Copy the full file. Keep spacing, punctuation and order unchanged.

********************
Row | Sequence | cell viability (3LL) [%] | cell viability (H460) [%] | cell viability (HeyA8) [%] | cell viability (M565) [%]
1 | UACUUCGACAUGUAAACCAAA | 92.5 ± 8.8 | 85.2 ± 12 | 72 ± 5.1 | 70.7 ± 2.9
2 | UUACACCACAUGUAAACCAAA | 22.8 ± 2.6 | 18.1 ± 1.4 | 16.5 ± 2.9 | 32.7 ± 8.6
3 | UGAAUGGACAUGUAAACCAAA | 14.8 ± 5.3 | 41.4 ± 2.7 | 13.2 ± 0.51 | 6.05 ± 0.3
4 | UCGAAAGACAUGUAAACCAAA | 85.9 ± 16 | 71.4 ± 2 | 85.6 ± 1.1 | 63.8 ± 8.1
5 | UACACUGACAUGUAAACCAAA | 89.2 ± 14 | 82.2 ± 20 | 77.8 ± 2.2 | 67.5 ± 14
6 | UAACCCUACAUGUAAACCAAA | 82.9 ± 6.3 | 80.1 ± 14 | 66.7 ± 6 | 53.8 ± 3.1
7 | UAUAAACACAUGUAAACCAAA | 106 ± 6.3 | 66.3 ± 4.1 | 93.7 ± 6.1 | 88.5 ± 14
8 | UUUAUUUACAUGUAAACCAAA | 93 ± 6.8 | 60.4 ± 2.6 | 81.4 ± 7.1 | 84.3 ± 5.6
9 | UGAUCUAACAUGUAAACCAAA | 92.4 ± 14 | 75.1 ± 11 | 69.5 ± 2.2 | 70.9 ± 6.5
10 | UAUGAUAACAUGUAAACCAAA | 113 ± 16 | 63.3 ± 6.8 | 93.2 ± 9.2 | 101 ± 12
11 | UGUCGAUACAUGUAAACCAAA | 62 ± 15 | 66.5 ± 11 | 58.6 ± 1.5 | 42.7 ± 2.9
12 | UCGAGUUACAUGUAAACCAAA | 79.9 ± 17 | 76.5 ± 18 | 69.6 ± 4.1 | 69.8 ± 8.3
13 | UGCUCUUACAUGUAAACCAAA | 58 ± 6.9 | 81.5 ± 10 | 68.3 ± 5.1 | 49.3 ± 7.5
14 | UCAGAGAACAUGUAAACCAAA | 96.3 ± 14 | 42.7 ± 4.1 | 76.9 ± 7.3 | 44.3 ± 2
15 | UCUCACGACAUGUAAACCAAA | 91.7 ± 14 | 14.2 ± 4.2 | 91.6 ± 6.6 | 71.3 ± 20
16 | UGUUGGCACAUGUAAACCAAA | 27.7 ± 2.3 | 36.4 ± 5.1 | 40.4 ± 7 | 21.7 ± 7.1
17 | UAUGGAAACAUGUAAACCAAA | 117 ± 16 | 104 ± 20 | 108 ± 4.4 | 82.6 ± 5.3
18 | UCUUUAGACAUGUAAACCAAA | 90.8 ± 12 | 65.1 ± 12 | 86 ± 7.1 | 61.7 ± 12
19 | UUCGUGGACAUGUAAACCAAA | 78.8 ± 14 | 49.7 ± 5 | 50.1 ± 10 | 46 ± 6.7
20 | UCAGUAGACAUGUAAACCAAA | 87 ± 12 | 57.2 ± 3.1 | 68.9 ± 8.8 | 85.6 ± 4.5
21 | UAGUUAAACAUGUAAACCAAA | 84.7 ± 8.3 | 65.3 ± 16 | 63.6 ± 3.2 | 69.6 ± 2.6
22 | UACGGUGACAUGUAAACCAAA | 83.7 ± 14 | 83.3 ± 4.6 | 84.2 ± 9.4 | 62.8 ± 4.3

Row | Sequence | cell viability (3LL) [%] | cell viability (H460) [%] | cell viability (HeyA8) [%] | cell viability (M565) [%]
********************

Row | Sequence | cell viability (3LL) [%] | cell viability (H460) [%] | cell viability (HeyA8) [%] | cell viability (M565) [%]
1 | UACUUCGACAUGUAAACCAAA | 92.5 ± 8.8 | 85.2 ± 12 | 72 ± 5.1 | 70.7 ± 2.9
2 | UUACACCACAUGUAAACCAAA | 22.8 ± 2.6 | 18.1 ± 1.4 | 16.5 ± 2.9 | 32.7 ± 8.6
3 | UGAAUGGACAUGUAAACCAAA | 14.8 ± 5.3 | 41.4 ± 2.7 | 13.2 ± 0.51 | 6.05 ± 0.3
4 | UCGAAAGACAUGUAAACCAAA | 85.9 ± 16 | 71.4 ± 2 | 85.6 ± 1.1 | 63.8 ± 8.1
5 | UACACUGACAUGUAAACCAAA | 89.2 ± 14 | 82.2 ± 20 | 77.8 ± 2.2 | 67.5 ± 14
6 | UAACCCUACAUGUAAACCAAA | 82.9 ± 6.3 | 80.1 ± 14 | 66.7 ± 6 | 53.8 ± 3.1
7 | UAUAAACACAUGUAAACCAAA | 106 ± 6.3 | 66.3 ± 4.1 | 93.7 ± 6.1 | 88.5 ± 14
8 | UUUAUUUACAUGUAAACCAAA | 93 ± 6.8 | 60.4 ± 2.6 | 81.4 ± 7.1 | 84.3 ± 5.6
9 | UGAUCUAACAUGUAAACCAAA | 92.4 ± 14 | 75.1 ± 11 | 69.5 ± 2.2 | 70.9 ± 6.5
10 | UAUGAUAACAUGUAAACCAAA | 113 ± 16 | 63.3 ± 6.8 | 93.2 ± 9.2 | 101 ± 12
11 | UGUCGAUACAUGUAAACCAAA | 62 ± 15 | 66.5 ± 11 | 58.6 ± 1.5 | 42.7 ± 2.9
12 | UCGAGUUACAUGUAAACCAAA | 79.9 ± 17 | 76.5 ± 18 | 69.6 ± 4.1 | 69.8 ± 8.3
13 | UGCUCUUACAUGUAAACCAAA | 58 ± 6.9 | 81.5 ± 10 | 68.3 ± 5.1 | 49.3 ± 7.5
14 | UCAGAGAACAUGUAAACCAAA | 96.3 ± 14 | 42.7 ± 4.1 | 76.9 ± 7.3 | 44.3 ± 2
15 | UCUCACGACAUGUAAACCAAA | 91.7 ± 14 | 14.2 ± 4.2 | 91.6 ± 6.6 | 71.3 ± 20
16 | UGUUGGCACAUGUAAACCAAA | 27.7 ± 2.3 | 36.4 ± 5.1 | 40.4 ± 7 | 21.7 ± 7.1
17 | UAUGGAAACAUGUAAACCAAA | 117 ± 16 | 104 ± 20 | 108 ± 4.4 | 82.6 ± 5.3
18 | UCUUUAGACAUGUAAACCAAA | 90.8 ± 12 | 65.1 ± 12 | 86 ± 7.1 | 61.7 ± 12
19 | UUCGUGGACAUGUAAACCAAA | 78.8 ± 14 | 49.7 ± 5 | 50.1 ± 10 | 46 ± 6.7
20 | UCAGUAGACAUGUAAACCAAA | 87 ± 12 | 57.2 ± 3.1 | 68.9 ± 8.8 | 85.6 ± 4.5
21 | UAGUUAAACAUGUAAACCAAA | 84.7 ± 8.3 | 65.3 ± 16 | 63.6 ± 3.2 | 69.6 ± 2.6
22 | UACGGUGACAUGUAAACCAAA | 83.7 ± 14 | 83.3 ± 4.6 | 84.2 ± 9.4 | 62.8 ± 4.3

Row | Sequence | cell viability (3LL) [%] | cell viability (H460) [%] | cell viability (HeyA8) [%] | cell viability (M565) [%]